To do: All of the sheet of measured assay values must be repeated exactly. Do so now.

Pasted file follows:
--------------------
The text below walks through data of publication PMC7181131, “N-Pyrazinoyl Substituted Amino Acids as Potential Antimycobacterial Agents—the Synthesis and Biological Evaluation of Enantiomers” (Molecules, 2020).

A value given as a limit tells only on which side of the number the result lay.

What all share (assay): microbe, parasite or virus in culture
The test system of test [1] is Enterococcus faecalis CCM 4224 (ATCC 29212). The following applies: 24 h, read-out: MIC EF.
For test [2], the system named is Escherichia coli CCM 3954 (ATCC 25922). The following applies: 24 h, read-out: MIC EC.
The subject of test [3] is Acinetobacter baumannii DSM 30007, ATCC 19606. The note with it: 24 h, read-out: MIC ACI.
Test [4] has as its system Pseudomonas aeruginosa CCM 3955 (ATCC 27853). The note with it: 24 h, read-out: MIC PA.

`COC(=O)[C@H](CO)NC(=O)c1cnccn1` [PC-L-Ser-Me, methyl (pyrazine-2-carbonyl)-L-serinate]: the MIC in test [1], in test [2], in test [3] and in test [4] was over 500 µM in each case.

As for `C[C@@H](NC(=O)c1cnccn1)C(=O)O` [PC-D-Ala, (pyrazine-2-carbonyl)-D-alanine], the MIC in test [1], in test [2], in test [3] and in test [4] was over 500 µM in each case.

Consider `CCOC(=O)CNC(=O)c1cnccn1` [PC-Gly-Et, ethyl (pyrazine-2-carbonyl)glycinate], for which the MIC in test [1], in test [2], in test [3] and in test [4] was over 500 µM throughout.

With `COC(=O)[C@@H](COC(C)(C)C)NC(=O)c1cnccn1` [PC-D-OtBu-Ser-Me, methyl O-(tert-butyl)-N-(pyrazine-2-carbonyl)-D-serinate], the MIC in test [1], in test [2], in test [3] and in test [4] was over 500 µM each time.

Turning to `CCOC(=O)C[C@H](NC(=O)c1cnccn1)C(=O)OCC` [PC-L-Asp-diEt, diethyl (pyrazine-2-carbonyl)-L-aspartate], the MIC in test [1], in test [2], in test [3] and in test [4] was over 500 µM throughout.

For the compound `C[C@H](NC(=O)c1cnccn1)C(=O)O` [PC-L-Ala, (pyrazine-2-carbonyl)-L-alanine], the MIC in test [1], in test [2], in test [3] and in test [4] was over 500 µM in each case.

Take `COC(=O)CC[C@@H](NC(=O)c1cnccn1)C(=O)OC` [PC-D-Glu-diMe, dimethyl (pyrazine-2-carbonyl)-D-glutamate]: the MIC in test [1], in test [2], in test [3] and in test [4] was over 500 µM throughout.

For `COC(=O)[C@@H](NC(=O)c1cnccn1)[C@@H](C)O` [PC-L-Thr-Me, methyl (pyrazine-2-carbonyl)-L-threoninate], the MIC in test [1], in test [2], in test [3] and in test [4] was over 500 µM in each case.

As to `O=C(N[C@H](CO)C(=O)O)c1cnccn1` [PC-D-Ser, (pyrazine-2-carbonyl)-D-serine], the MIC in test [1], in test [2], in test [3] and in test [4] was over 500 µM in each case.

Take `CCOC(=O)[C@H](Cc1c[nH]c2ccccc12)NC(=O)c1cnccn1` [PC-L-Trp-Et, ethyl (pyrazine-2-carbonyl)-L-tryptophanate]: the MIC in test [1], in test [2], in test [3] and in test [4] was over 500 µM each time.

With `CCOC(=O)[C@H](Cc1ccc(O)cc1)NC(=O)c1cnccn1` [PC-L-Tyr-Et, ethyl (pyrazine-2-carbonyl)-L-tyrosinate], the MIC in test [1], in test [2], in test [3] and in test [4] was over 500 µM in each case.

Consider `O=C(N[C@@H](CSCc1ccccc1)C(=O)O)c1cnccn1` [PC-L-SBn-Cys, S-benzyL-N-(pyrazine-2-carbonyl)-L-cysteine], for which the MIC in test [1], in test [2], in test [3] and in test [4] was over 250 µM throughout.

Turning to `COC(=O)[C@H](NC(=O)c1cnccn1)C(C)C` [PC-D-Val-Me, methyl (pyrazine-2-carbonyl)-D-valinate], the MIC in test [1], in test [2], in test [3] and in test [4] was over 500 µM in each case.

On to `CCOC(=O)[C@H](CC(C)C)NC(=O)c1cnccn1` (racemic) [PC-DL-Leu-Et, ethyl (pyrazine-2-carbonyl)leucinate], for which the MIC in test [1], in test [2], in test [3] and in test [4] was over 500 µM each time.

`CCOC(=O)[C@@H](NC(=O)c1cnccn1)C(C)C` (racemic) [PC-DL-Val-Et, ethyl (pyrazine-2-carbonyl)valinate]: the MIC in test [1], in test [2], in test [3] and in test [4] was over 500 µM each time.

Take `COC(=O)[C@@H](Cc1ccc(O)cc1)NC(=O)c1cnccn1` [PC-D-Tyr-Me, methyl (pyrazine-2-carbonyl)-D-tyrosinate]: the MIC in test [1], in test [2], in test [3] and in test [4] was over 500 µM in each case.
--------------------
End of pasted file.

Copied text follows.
The text below walks through data of publication PMC7181131, “N-Pyrazinoyl Substituted Amino Acids as Potential Antimycobacterial Agents—the Synthesis and Biological Evaluation of Enantiomers” (Molecules, 2020).

A value given as a limit tells only on which side of the number the result lay.

What all share (assay): microbe, parasite or virus in culture
The test system of test [1] is Enterococcus faecalis CCM 4224 (ATCC 29212). The following applies: 24 h, read-out: MIC EF.
For test [2], the system named is Escherichia coli CCM 3954 (ATCC 25922). The following applies: 24 h, read-out: MIC EC.
The subject of test [3] is Acinetobacter baumannii DSM 30007, ATCC 19606. The note with it: 24 h, read-out: MIC ACI.
Test [4] has as its system Pseudomonas aeruginosa CCM 3955 (ATCC 27853). The note with it: 24 h, read-out: MIC PA.

`COC(=O)[C@H](CO)NC(=O)c1cnccn1` [PC-L-Ser-Me, methyl (pyrazine-2-carbonyl)-L-serinate]: the MIC in test [1], in test [2], in test [3] and in test [4] was over 500 µM in each case.

As for `C[C@@H](NC(=O)c1cnccn1)C(=O)O` [PC-D-Ala, (pyrazine-2-carbonyl)-D-alanine], the MIC in test [1], in test [2], in test [3] and in test [4] was over 500 µM in each case.

Consider `CCOC(=O)CNC(=O)c1cnccn1` [PC-Gly-Et, ethyl (pyrazine-2-carbonyl)glycinate], for which the MIC in test [1], in test [2], in test [3] and in test [4] was over 500 µM throughout.

With `COC(=O)[C@@H](COC(C)(C)C)NC(=O)c1cnccn1` [PC-D-OtBu-Ser-Me, methyl O-(tert-butyl)-N-(pyrazine-2-carbonyl)-D-serinate], the MIC in test [1], in test [2], in test [3] and in test [4] was over 500 µM each time.

Turning to `CCOC(=O)C[C@H](NC(=O)c1cnccn1)C(=O)OCC` [PC-L-Asp-diEt, diethyl (pyrazine-2-carbonyl)-L-aspartate], the MIC in test [1], in test [2], in test [3] and in test [4] was over 500 µM throughout.

For the compound `C[C@H](NC(=O)c1cnccn1)C(=O)O` [PC-L-Ala, (pyrazine-2-carbonyl)-L-alanine], the MIC in test [1], in test [2], in test [3] and in test [4] was over 500 µM in each case.

Take `COC(=O)CC[C@@H](NC(=O)c1cnccn1)C(=O)OC` [PC-D-Glu-diMe, dimethyl (pyrazine-2-carbonyl)-D-glutamate]: the MIC in test [1], in test [2], in test [3] and in test [4] was over 500 µM throughout.

For `COC(=O)[C@@H](NC(=O)c1cnccn1)[C@@H](C)O` [PC-L-Thr-Me, methyl (pyrazine-2-carbonyl)-L-threoninate], the MIC in test [1], in test [2], in test [3] and in test [4] was over 500 µM in each case.

As to `O=C(N[C@H](CO)C(=O)O)c1cnccn1` [PC-D-Ser, (pyrazine-2-carbonyl)-D-serine], the MIC in test [1], in test [2], in test [3] and in test [4] was over 500 µM in each case.

Take `CCOC(=O)[C@H](Cc1c[nH]c2ccccc12)NC(=O)c1cnccn1` [PC-L-Trp-Et, ethyl (pyrazine-2-carbonyl)-L-tryptophanate]: the MIC in test [1], in test [2], in test [3] and in test [4] was over 500 µM each time.

With `CCOC(=O)[C@H](Cc1ccc(O)cc1)NC(=O)c1cnccn1` [PC-L-Tyr-Et, ethyl (pyrazine-2-carbonyl)-L-tyrosinate], the MIC in test [1], in test [2], in test [3] and in test [4] was over 500 µM in each case.

Consider `O=C(N[C@@H](CSCc1ccccc1)C(=O)O)c1cnccn1` [PC-L-SBn-Cys, S-benzyL-N-(pyrazine-2-carbonyl)-L-cysteine], for which the MIC in test [1], in test [2], in test [3] and in test [4] was over 250 µM throughout.

Turning to `COC(=O)[C@H](NC(=O)c1cnccn1)C(C)C` [PC-D-Val-Me, methyl (pyrazine-2-carbonyl)-D-valinate], the MIC in test [1], in test [2], in test [3] and in test [4] was over 500 µM in each case.

On to `CCOC(=O)[C@H](CC(C)C)NC(=O)c1cnccn1` (racemic) [PC-DL-Leu-Et, ethyl (pyrazine-2-carbonyl)leucinate], for which the MIC in test [1], in test [2], in test [3] and in test [4] was over 500 µM each time.

`CCOC(=O)[C@@H](NC(=O)c1cnccn1)C(C)C` (racemic) [PC-DL-Val-Et, ethyl (pyrazine-2-carbonyl)valinate]: the MIC in test [1], in test [2], in test [3] and in test [4] was over 500 µM each time.

Take `COC(=O)[C@@H](Cc1ccc(O)cc1)NC(=O)c1cnccn1` [PC-D-Tyr-Me, methyl (pyrazine-2-carbonyl)-D-tyrosinate]: the MIC in test [1], in test [2], in test [3] and in test [4] was over 500 µM in each case.